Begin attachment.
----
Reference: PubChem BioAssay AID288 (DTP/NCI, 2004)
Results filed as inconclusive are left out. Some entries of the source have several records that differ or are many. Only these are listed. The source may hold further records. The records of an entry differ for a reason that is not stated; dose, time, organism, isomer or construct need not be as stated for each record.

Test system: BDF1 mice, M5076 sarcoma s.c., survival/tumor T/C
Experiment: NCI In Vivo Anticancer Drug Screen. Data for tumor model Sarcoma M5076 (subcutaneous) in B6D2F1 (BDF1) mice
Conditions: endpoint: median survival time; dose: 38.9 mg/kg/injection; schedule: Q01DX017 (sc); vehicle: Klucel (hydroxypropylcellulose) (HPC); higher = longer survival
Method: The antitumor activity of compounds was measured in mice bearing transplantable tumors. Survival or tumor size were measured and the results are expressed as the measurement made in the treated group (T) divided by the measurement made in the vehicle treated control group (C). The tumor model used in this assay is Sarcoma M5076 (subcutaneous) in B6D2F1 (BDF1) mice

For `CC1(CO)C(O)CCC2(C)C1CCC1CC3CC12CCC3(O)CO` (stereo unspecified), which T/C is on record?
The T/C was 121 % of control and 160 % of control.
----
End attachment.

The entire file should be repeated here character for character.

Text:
Reference: PubChem BioAssay AID288 (DTP/NCI, 2004)
Results filed as inconclusive are left out. Some entries of the source have several records that differ or are many. Only these are listed. The source may hold further records. The records of an entry differ for a reason that is not stated; dose, time, organism, isomer or construct need not be as stated for each record.

Test system: BDF1 mice, M5076 sarcoma s.c., survival/tumor T/C
Experiment: NCI In Vivo Anticancer Drug Screen. Data for tumor model Sarcoma M5076 (subcutaneous) in B6D2F1 (BDF1) mice
Conditions: endpoint: median survival time; dose: 38.9 mg/kg/injection; schedule: Q01DX017 (sc); vehicle: Klucel (hydroxypropylcellulose) (HPC); higher = longer survival
Method: The antitumor activity of compounds was measured in mice bearing transplantable tumors. Survival or tumor size were measured and the results are expressed as the measurement made in the treated group (T) divided by the measurement made in the vehicle treated control group (C). The tumor model used in this assay is Sarcoma M5076 (subcutaneous) in B6D2F1 (BDF1) mice

For `CC1(CO)C(O)CCC2(C)C1CCC1CC3CC12CCC3(O)CO` (stereo unspecified), which T/C is on record?
The T/C was 121 % of control and 160 % of control.